Many years of struggle for good jobs at the site of the former Winchester sporting arms factory, now Science Park at Yale, came together this week when Delphine Clyburn, candidate for Board of Aldermen in Ward 20, led a community delegation to the main building 25 Science Park and demanded 200 jobs for neighborhood residents.
"Winchester was a flowing river of life," she said to her neighbors before the march, referring to the fact that for decades, jobs at Winchester were the economic foundation of the Dixwell - Newhallville neighborhood. Many African American families migrated to New Haven from the south to work at that factory, and just about every family in the neighborhood had someone working there.
Six years ago, the company moved from New Haven leaving the community high and dry. With the future of the neighborhood hanging in the balance, Clyburn and her husband, who raised their children just down the street from the factory, knew that if the residents were not organized, corporate interests would push them out.
Searching for ways to stabilize and improve her neighborhood, Clyburn reached out to former Winchester workers, unemployed construction workers, neighbors and community organizers, and Dixwell Newhall Concern Residents was formed.
At 25 Science Park, surrounded by the community delegation, Clyburn presented petitions with over 300 signatures to a representative of Higher One, the largest company in the complex. Emphasizing the public funds and tax abatements they have received, she stressed they must hire from the neighborhood where they are located. The group was promised that a meeting with the owners would be set this week.
Word spread fast that evening, as campaigners knocked on doors and carried the message of the march and petition to voters. "That is great," said one 45-year resident. "This is what we need."
Clyburn was joined in the action by Aldermanic candidates from nearby Ward 21 Brenda Foskey Cyrus, and Ward 22, Jeanette Morrison. Their Dixwell-Newhallville neighborhood is not the only part of town with candidates running on a pro-worker, pro-community values agenda. Candidates with similar stories are running in 18 of 30 wards across the city. Most never imagined they would run for public office.
Delphine Clyburn got much of her leadership training in her union. A group home worker, she is a steward in Local 1199. Many of the other candidates across the city also became community leaders out of their union experience in Locals 34 and 35 at Yale and in AFSCME.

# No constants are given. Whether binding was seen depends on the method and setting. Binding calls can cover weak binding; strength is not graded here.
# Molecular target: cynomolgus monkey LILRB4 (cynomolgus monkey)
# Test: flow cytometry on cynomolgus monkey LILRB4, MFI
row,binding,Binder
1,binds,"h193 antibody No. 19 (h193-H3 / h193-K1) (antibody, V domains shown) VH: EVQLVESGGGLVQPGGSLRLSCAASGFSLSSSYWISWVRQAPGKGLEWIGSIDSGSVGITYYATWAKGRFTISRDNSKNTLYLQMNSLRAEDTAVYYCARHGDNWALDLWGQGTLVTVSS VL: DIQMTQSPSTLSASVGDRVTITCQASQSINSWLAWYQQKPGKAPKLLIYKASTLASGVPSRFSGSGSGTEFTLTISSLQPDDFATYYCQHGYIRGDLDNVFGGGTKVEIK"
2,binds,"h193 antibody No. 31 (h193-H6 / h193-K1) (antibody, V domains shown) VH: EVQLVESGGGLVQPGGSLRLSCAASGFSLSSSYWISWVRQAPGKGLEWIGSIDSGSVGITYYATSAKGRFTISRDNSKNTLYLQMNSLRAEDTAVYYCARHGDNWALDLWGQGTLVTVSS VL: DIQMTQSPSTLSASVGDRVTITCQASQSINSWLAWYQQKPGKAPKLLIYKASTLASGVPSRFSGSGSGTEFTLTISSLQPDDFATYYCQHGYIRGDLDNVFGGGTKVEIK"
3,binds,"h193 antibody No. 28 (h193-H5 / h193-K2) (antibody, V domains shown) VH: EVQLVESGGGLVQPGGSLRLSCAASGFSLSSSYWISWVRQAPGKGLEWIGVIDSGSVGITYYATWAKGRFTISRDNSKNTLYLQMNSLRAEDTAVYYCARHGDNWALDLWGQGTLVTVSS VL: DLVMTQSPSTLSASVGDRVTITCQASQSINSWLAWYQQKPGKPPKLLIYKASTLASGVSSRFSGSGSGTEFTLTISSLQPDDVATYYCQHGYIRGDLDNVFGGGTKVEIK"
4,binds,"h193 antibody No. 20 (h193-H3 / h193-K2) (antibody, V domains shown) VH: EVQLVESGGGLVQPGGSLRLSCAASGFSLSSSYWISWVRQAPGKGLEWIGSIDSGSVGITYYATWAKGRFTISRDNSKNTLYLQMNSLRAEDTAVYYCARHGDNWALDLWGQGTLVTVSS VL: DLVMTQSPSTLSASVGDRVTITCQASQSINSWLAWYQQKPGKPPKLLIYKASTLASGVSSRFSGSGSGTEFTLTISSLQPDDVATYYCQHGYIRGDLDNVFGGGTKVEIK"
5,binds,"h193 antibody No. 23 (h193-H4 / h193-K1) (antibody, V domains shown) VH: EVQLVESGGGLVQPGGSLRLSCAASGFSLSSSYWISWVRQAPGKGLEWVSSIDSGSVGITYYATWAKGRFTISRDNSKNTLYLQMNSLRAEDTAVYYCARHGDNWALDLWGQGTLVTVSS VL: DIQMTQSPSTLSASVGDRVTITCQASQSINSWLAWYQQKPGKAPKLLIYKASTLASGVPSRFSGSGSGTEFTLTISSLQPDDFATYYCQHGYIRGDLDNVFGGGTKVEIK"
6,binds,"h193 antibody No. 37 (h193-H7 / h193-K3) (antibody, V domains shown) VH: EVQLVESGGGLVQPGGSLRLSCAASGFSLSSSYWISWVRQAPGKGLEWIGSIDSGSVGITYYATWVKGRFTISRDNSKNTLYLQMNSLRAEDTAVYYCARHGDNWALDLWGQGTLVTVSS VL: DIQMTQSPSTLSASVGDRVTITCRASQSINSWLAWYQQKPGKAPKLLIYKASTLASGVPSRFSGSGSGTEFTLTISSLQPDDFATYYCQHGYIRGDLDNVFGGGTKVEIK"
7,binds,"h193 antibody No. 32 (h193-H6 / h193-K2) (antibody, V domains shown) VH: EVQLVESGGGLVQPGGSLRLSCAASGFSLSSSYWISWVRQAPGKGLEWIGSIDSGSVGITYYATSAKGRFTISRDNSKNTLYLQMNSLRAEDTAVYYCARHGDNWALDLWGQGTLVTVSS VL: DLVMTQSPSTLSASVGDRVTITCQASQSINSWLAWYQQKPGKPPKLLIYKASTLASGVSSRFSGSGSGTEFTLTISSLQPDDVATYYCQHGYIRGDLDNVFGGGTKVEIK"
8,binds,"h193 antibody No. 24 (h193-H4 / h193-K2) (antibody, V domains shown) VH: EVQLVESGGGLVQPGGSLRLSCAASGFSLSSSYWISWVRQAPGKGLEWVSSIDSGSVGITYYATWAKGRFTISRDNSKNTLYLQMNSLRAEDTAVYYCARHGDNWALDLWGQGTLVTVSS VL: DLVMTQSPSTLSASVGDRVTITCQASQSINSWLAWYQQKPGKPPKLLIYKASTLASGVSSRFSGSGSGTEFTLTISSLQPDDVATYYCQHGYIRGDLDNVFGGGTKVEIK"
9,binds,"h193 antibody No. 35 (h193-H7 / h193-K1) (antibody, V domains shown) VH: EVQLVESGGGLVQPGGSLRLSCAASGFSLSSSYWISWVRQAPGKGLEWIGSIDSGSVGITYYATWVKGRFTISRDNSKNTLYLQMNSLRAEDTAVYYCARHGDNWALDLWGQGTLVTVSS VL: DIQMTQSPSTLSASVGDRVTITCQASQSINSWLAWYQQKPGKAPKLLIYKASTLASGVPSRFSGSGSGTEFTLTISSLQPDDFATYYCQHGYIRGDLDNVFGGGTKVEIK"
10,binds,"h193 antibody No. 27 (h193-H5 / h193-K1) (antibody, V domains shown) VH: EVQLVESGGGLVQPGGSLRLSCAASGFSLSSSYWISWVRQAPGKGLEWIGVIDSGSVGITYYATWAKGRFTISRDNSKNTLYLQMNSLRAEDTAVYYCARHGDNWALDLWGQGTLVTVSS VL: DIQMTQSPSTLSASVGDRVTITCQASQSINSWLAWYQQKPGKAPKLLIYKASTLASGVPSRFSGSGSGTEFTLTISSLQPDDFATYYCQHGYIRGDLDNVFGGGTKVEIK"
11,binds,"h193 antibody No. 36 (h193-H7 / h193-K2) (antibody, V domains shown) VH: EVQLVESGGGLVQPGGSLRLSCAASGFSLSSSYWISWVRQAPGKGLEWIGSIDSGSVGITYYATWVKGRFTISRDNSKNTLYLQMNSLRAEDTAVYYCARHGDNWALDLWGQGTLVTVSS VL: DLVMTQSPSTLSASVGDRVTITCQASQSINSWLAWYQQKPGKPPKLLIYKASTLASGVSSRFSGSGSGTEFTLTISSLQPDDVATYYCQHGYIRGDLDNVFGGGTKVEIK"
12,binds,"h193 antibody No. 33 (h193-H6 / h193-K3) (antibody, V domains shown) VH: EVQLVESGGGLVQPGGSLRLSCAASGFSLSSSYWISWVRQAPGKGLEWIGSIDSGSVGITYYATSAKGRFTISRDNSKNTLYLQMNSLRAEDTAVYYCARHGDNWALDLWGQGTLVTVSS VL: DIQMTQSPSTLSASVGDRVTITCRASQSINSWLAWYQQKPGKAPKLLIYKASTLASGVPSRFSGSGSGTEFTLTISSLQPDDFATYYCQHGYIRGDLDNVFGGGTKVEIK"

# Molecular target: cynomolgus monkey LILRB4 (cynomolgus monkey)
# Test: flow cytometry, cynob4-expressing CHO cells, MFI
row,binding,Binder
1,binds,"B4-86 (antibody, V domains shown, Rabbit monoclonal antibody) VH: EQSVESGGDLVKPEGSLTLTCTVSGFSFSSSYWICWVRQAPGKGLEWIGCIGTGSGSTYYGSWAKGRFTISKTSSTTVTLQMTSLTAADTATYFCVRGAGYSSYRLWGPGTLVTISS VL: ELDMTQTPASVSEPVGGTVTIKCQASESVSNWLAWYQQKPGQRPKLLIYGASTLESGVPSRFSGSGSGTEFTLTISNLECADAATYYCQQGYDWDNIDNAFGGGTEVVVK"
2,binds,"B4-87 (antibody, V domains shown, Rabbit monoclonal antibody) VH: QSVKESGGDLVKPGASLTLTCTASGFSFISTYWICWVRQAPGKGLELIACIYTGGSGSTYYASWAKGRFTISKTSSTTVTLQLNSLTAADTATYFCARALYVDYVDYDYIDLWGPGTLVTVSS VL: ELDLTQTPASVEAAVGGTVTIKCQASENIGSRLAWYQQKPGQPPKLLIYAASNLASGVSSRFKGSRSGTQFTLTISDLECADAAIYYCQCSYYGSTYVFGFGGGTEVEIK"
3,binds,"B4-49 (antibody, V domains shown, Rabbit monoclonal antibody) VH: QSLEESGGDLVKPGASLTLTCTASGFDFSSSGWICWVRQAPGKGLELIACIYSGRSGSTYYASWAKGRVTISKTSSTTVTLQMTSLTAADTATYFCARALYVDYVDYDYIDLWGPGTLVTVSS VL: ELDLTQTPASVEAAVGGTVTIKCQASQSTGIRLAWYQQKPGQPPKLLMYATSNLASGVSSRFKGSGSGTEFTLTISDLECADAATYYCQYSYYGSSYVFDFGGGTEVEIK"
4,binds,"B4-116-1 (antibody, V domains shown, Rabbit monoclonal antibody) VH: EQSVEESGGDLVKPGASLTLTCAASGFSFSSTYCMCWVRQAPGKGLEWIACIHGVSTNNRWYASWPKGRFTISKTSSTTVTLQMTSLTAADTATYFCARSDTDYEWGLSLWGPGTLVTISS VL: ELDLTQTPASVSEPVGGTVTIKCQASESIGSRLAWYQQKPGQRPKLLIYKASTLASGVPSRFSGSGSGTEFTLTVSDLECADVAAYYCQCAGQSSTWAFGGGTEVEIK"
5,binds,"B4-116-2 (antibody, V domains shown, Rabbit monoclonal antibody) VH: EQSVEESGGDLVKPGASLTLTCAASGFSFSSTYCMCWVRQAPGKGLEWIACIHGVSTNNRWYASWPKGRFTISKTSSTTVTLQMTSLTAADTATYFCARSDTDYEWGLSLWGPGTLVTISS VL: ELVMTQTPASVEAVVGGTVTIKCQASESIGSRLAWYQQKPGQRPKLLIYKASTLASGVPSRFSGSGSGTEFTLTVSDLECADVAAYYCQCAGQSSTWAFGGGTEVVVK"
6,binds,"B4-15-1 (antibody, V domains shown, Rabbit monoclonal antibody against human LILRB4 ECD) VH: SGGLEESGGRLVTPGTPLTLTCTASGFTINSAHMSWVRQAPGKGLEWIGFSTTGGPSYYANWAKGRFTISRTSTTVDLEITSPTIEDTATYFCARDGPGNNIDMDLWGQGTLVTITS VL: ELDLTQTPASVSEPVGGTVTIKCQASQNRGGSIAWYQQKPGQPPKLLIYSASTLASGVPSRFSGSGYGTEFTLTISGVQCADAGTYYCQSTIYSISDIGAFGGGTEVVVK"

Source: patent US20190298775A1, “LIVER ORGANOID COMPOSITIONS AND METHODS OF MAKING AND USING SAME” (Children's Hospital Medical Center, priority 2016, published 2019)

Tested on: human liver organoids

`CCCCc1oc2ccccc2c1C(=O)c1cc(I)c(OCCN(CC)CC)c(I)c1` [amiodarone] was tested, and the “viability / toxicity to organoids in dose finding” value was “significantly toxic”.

These candidates are passionate. High unemployment and rising tuition costs have shut out hope for many young people. This year 22 youths have been killed in homicides. The wealth of Yale University stands in stark contrast to the struggling neighborhoods in this poor city.
The large number of challengers in this year's Aldermanic primaries represents an unprecedented effort to save working-class neighborhoods from gentrification, and prioritize jobs and the needs of youth.
In this overwhelmingly Democratic town, the September 13 primary will decide many of the elections for alderman and for mayor. While having worked with the unions in the city in the past, Mayor John DeStefano angered many this year by attempting to privatize the unionized school custodians. He is campaigning hard to maintain a Board of Aldermen that will back his policies.
A banner headline in the New Haven Register this week accused unions of trying to take over the Board of Aldermen. The article charges that union members would impose a union agenda on the city, and would not represent the interests of their neighborhood. Delphine Clyburn's story exposes this argument as false. As a union leader Clyburn understood immediately what was happening in her neighborhood when Winchester moved out. She was able to give leadership because of her organizing skills and her caring for people.
The march on Science Park is a great example of the kind of mobilizing for jobs and youth that is needed in communities across the country to win federal job creation that will benefit New Haven and the nation.
This primary election in New Haven is making history on the side of working people and unemployed of all ages, races, nationality backgrounds and neighborhoods. Already six incumbents have stepped aside.
The new leadership that is emerging in the city is far beyond the candidates themselves. It extends to the hundreds of volunteers who have been knocking on the doors of their neighbors all summer to discuss the issues and build lasting ties. This is the hope for the future.
Photo: Lisa Bergman
Delphine Clyburn leads march for jobs at Science Park along with Brenda Foskey Cyrus and Jeanette Morrison. All three are candidates for Board of Aldermen in New Haven.